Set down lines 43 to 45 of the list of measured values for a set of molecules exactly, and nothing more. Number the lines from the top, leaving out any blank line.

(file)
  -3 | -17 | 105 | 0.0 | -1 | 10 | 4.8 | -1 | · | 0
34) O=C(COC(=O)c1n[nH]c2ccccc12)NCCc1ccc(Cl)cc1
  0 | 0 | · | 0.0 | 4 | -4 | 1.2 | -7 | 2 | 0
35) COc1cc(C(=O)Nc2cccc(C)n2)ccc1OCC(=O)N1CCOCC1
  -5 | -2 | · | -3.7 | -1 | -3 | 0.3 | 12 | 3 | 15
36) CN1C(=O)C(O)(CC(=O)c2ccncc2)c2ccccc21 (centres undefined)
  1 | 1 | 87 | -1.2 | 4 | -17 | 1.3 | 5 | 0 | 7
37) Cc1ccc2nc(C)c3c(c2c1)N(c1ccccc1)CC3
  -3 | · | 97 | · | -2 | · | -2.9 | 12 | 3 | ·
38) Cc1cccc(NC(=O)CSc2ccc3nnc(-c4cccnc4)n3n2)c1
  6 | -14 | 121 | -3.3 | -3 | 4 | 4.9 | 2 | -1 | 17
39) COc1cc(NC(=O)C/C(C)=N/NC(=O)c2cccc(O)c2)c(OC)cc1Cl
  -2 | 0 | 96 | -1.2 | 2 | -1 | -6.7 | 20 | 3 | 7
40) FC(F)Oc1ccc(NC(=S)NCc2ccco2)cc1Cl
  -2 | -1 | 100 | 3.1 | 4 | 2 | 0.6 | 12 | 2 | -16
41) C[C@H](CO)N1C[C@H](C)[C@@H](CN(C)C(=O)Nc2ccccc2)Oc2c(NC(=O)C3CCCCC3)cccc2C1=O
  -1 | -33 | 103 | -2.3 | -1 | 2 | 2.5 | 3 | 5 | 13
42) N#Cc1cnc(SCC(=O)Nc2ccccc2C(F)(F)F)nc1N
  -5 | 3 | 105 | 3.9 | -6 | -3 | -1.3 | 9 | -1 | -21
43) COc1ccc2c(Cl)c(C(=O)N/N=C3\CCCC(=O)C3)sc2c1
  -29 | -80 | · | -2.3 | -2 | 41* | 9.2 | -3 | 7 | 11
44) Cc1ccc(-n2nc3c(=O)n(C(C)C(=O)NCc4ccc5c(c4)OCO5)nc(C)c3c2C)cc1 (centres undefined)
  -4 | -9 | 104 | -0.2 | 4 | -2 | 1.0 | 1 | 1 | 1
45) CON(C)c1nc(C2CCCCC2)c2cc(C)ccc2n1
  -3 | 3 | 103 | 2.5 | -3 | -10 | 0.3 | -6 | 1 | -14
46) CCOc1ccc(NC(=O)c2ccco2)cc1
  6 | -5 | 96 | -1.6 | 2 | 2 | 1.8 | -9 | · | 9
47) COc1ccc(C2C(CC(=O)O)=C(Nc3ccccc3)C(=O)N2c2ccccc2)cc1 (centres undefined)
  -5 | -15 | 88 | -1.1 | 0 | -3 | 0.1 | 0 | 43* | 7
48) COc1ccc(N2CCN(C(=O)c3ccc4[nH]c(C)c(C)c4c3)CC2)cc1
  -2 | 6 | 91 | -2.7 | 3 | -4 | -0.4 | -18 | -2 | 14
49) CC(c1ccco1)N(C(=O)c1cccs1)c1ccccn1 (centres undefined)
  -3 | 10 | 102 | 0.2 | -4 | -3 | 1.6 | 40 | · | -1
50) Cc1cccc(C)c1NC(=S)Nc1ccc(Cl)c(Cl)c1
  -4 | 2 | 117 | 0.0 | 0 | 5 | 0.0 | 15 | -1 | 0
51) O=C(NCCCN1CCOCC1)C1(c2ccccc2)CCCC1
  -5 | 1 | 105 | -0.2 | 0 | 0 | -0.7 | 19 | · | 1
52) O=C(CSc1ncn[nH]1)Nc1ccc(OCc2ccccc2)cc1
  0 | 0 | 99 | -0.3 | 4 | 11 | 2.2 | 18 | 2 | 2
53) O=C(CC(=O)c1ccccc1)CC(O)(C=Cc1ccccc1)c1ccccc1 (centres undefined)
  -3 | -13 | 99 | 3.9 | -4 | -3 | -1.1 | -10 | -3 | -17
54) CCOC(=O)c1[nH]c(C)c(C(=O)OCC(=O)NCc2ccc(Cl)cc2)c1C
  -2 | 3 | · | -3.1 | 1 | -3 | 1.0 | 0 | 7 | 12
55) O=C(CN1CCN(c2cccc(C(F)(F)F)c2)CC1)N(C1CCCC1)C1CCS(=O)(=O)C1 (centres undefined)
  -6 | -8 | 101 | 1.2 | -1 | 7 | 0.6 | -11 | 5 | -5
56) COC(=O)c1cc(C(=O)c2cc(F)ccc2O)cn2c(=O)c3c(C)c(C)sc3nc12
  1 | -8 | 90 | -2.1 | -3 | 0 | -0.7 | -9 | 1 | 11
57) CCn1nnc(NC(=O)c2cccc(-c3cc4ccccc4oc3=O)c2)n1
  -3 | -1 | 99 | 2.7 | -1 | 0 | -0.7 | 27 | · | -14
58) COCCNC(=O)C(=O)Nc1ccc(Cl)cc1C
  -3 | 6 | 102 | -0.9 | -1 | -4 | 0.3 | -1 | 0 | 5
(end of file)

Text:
  -2 | 3 | · | -3.1 | 1 | -3 | 1.0 | 0 | 7 | 12
55) O=C(CN1CCN(c2cccc(C(F)(F)F)c2)CC1)N(C1CCCC1)C1CCS(=O)(=O)C1 (centres undefined)
  -6 | -8 | 101 | 1.2 | -1 | 7 | 0.6 | -11 | 5 | -5